March 11, 2011

BC, Virginia Tech Close Gap in ACC

by Justin Feil |

Senior midfielder Kristin Igoe, a U.S. women's national team player, is a big reason Boston College is ranked No. 16 nationally on the heels of a 6-0 start.

© Bryce Vickmark

Boston College and Virginia Tech's best chance for an ACC win comes Saturday.

They play each other at noon in Blacksburg, Va.

Beating the conference's Big Four -- Duke, Maryland, North Carolina or Virginia -- has been elusive for the two youngest members of the ACC.

"With every passing year, our goal is to get better and better," said Boston College head coach Bowen Holden. "That's our hope with each year, that the gap gets closer and closer, and soon we'll be named among those schools in the same breath."

Holden knew the challenge when she left the associate head coach job at Georgetown to take over the Eagles six years ago.

"There are many reasons I took the job," she said, "but certainly the fact that BC was going to be in the ACC was an absolute positive."

The No. 16 Eagles closed the gap significantly last year. They lost, 7-6, to eventual national champion Maryland and, 12-11, to Duke in the ACC regular season.

"You see programs popping up all over the place and making their way up," Holden said. "No one is doing what BC and Virginia Tech are doing by trying to do it while playing in the toughest conference in the country."

Since joining the ACC in 2006, Boston College has won five conference games total, four of them against Virginia Tech. BC's lone upset in the conference came in 2008 when the Eagles defeated North Carolina, 5-4, in overtime.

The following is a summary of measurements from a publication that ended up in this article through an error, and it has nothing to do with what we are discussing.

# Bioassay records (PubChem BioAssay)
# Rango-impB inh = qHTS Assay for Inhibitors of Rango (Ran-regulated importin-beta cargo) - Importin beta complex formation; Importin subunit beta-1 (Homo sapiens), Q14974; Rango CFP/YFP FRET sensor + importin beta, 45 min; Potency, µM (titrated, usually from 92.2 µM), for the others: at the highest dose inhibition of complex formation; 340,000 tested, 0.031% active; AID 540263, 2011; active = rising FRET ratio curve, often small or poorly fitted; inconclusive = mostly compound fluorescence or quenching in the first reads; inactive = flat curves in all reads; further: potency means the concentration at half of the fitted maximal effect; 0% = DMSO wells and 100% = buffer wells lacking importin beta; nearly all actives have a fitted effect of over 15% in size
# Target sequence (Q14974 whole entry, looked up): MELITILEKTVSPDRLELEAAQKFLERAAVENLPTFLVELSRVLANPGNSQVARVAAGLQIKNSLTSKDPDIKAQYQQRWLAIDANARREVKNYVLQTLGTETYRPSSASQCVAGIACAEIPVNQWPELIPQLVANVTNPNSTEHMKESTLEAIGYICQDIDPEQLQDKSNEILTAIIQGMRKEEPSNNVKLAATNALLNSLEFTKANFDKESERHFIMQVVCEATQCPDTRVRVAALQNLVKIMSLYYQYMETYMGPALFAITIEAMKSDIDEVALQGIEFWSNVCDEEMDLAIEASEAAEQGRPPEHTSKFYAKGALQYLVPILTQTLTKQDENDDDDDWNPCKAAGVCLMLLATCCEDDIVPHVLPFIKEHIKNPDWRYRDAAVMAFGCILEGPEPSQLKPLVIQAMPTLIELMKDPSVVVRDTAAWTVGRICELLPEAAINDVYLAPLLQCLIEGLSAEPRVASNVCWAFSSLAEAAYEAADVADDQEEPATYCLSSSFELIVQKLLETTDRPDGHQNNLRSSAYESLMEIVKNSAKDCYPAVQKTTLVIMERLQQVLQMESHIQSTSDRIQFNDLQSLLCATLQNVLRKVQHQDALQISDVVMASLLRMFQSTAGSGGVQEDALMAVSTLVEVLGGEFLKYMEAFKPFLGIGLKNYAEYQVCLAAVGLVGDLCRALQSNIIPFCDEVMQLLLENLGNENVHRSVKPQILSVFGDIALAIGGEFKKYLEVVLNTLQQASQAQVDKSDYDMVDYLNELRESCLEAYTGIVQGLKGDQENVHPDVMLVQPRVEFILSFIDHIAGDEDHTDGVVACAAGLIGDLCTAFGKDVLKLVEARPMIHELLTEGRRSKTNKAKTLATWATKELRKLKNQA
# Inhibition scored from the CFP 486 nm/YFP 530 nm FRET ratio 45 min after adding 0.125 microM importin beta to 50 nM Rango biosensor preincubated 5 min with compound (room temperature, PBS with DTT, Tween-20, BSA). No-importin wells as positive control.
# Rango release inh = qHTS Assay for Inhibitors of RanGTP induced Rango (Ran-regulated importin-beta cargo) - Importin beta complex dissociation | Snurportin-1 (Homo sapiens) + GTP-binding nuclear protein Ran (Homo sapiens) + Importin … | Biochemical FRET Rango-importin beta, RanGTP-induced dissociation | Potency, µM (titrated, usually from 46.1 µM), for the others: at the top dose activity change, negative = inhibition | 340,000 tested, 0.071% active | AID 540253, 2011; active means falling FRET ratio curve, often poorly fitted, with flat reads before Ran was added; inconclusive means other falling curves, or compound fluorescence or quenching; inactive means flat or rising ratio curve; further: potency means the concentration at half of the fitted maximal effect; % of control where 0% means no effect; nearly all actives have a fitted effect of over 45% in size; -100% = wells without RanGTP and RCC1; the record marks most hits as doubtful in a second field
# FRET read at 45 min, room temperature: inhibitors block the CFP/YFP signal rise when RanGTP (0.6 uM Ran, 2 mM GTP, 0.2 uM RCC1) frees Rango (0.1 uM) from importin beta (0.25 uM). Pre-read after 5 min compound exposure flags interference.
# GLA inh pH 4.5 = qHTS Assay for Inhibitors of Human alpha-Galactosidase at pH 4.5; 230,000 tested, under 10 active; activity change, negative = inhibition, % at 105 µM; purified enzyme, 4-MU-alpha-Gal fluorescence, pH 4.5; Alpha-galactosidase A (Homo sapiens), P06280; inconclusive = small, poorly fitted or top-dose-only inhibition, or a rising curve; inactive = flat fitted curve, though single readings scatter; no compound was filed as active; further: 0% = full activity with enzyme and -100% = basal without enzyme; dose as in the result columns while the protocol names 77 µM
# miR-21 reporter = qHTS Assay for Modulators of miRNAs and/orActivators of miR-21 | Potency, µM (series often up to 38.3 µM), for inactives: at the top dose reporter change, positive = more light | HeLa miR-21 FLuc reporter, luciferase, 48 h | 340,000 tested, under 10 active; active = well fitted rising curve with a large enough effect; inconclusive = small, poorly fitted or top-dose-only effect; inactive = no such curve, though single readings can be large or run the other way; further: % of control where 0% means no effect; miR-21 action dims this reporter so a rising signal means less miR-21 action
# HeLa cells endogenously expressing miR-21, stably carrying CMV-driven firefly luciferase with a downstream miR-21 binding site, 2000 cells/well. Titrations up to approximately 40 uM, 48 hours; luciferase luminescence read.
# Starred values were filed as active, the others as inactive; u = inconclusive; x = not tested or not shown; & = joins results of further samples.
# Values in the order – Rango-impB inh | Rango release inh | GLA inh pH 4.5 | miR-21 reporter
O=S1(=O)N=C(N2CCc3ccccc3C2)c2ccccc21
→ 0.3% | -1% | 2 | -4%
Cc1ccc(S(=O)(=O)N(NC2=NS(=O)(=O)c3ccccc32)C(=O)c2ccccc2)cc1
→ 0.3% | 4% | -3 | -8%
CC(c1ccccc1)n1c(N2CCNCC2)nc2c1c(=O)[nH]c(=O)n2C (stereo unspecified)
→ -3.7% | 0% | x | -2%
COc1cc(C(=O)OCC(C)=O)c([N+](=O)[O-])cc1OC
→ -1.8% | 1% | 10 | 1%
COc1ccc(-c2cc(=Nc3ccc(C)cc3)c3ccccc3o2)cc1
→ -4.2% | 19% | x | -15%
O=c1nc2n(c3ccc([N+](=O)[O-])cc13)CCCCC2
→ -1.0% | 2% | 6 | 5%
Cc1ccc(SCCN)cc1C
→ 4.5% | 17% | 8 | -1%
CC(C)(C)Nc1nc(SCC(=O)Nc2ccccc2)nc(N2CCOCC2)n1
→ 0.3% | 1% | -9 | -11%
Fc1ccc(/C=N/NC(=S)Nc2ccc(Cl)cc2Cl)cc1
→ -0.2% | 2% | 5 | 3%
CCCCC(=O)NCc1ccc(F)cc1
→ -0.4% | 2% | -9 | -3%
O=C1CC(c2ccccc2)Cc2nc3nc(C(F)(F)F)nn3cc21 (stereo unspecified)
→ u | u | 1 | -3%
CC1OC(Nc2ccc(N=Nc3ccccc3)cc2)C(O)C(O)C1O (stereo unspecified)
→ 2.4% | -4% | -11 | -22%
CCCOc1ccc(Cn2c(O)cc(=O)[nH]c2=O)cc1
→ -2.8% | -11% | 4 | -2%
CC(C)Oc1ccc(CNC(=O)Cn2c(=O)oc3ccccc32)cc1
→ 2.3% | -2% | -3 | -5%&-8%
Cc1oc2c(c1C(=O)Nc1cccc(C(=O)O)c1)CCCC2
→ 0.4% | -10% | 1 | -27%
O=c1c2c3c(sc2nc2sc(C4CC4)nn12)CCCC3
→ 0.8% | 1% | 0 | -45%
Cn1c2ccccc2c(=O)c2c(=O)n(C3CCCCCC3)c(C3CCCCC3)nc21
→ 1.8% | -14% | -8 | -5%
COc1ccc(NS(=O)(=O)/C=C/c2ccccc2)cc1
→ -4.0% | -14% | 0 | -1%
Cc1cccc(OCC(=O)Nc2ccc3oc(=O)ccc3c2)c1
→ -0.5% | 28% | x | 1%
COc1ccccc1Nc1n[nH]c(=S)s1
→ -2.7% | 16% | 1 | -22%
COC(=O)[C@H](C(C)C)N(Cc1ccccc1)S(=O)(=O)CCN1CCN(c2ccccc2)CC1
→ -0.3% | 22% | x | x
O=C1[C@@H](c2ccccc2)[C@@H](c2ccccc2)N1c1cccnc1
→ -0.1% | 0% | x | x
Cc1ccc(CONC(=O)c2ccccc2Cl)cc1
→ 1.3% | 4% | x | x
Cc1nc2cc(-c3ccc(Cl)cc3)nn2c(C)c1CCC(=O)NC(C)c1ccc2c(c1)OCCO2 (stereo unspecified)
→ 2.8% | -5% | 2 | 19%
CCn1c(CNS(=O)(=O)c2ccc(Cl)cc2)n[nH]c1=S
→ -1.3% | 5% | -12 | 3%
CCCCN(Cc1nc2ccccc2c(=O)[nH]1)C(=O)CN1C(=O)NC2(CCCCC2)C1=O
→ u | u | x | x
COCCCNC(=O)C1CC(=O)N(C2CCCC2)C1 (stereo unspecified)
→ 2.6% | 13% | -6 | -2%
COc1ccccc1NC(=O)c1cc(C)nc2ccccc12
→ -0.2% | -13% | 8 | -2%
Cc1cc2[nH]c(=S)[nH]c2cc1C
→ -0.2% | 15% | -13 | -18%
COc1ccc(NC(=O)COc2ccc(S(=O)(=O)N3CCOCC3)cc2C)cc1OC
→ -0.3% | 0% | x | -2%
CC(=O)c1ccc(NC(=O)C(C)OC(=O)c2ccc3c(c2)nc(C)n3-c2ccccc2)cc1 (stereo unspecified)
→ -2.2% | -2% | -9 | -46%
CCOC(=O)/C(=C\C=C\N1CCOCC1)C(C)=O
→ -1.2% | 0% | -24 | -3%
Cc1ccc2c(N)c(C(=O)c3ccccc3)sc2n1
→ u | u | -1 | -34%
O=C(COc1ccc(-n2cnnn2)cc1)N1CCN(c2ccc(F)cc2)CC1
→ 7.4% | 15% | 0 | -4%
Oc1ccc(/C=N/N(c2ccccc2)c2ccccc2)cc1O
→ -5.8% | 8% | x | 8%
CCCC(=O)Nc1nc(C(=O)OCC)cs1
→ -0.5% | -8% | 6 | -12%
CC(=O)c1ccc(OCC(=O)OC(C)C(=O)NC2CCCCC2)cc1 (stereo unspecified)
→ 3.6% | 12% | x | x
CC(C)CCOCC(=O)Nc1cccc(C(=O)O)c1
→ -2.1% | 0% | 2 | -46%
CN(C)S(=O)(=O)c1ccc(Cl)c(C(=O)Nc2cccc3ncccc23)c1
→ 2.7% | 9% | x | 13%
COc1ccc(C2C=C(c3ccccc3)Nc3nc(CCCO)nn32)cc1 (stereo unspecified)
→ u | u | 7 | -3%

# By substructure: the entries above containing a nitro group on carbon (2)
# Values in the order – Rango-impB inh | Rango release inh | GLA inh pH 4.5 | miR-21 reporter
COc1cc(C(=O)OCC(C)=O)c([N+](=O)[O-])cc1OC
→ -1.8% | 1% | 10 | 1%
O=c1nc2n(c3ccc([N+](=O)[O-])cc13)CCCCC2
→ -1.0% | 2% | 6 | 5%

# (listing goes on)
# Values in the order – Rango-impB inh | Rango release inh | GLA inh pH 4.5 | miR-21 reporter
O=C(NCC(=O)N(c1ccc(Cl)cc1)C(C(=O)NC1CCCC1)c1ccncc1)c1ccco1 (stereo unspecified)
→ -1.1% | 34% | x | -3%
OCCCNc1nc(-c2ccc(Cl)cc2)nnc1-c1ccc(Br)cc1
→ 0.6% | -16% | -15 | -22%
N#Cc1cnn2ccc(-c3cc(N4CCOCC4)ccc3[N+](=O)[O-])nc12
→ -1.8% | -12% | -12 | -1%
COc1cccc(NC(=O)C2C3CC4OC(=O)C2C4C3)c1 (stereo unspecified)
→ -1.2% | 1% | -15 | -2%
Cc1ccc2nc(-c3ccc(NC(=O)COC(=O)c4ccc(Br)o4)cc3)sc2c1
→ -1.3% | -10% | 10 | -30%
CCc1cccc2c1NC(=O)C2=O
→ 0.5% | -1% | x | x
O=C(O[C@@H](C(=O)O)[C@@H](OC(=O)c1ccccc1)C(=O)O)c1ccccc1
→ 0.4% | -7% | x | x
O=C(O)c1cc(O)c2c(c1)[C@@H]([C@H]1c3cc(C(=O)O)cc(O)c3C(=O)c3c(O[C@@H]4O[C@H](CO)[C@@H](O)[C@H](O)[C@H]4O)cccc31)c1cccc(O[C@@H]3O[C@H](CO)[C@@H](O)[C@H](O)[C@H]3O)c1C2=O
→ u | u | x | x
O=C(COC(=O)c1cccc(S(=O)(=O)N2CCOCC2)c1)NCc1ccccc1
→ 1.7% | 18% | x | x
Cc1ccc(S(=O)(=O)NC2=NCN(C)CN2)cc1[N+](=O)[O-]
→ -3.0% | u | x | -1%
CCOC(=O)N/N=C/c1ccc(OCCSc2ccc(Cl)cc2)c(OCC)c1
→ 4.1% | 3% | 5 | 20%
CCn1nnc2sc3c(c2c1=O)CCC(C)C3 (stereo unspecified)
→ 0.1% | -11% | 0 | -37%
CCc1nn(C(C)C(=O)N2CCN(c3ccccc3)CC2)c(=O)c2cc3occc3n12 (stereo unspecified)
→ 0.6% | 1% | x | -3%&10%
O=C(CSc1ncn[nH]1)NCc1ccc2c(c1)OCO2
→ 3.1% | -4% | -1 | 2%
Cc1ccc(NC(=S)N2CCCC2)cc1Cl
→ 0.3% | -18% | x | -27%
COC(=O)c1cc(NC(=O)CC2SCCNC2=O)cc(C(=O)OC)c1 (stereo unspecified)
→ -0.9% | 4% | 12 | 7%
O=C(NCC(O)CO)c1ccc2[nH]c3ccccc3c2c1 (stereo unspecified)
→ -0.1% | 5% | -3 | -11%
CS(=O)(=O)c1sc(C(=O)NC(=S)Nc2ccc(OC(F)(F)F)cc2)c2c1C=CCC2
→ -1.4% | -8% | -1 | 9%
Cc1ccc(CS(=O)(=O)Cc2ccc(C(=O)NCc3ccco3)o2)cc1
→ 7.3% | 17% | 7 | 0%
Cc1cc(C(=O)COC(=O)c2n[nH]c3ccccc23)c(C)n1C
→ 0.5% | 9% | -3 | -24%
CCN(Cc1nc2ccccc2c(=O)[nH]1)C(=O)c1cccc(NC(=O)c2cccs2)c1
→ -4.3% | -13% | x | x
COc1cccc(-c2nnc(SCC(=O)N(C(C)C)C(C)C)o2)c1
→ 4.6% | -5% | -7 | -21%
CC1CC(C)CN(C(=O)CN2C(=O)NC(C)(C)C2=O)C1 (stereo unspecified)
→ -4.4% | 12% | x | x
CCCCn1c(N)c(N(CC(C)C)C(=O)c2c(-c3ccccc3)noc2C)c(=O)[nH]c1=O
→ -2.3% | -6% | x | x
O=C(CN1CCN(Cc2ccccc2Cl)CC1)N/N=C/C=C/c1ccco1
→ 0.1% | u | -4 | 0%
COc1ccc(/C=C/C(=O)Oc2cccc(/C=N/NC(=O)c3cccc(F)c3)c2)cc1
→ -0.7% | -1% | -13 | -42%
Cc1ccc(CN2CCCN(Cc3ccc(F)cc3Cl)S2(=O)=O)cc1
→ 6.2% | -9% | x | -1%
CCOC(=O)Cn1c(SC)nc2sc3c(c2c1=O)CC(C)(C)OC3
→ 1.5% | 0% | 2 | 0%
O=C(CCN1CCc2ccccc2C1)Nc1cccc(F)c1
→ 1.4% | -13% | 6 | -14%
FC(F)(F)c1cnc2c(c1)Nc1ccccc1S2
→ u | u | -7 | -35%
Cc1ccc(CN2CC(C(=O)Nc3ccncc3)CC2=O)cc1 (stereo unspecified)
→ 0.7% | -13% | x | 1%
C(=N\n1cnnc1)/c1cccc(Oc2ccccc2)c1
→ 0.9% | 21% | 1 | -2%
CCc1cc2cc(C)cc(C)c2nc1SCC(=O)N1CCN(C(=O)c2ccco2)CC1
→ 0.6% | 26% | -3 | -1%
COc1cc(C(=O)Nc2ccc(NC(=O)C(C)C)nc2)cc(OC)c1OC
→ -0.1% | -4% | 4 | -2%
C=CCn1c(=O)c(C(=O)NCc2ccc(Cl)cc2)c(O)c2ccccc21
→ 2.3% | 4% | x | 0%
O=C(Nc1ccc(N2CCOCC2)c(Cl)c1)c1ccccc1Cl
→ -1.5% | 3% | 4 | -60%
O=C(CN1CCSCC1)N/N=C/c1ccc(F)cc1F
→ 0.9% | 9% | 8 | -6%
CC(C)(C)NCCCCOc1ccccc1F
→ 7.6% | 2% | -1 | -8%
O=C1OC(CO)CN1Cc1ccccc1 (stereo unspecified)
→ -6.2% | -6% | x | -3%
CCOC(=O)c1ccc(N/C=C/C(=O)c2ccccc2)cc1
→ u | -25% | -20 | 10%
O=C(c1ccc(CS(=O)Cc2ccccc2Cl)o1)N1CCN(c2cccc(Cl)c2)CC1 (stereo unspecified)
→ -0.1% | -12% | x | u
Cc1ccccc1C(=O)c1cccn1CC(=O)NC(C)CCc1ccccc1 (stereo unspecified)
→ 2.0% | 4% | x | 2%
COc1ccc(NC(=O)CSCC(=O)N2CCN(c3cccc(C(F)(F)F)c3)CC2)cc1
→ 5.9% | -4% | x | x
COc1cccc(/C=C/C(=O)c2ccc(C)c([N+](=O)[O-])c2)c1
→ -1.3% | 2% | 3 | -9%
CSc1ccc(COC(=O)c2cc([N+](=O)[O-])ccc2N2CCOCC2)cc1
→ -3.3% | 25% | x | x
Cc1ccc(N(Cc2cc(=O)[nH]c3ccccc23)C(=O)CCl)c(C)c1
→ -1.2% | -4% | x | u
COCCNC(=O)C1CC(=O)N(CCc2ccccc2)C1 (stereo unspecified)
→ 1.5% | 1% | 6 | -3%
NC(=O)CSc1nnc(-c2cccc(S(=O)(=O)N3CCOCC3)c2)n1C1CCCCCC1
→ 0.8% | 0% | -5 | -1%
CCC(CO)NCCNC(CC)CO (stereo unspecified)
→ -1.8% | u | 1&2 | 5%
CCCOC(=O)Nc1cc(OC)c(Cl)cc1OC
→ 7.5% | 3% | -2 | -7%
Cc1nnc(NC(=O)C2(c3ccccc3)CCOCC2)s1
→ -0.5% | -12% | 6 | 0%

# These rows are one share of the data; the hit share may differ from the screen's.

Since it joined the ACC in 2005, Virginia Tech has won one conference game, in 2009 in overtime against Boston College.

"We've talked a lot about changing our program for the future," said Virginia Tech head coach Megan Burker. "We talked about starting fresh and moving forward. I think the opportunities are endless."

Burker has first-hand knowledge in building a program. The 2006 Stanford graduate lived it as the Cardinal surged in her playing days.

"There's nothing like playing and being in a program that's working hard to change and build toward the future," Burker said. "The reality is every team is always building. Experiencing that piece of success, and at Stanford being a part of the first team to get to the NCAA tournament, that motivates you."

Burker was an assistant at Virginia Tech for four years following graduation, and had her interim tag lifted for this year. She has a new staff and bright outlook for Virginia Tech.

"Taking over, I knew a big thing would be leadership and team values and creating a foundation for the future," Burker said. "Our leadership and our commitment to our overall team values is big. When you're committed to one thing, that can make a big difference in your play."

She's also trying to foster confidence, and a fast start has helped. Virginia Tech started the season well before a dud Wednesday, an 18-7 loss to American. The Hokies were 5-1 and ranked 20th, their only other loss being to No. 10 James Madison. Last year, they lost to JMU, 16-3. This year, it was 11-9.

"I think in our sport in general, the gap in general is getting closer," Burker said. "There's much more competition in the top 20 and beyond the top 20. We're committed to get in the mix."

Junior midfielder Morgan Widlake and Virginia Tech were on the cusp of the top 20 before a mid-week setback to American. The Hokies will attempt to get back on track Saturday against BC -- the only ACC team they have ever defeated.


The No. 16 Eagles will be favored in Saturday's ACC opener for both. After an 11-8 win over a then-unbeaten UConn team, they are off to a 6-0 start.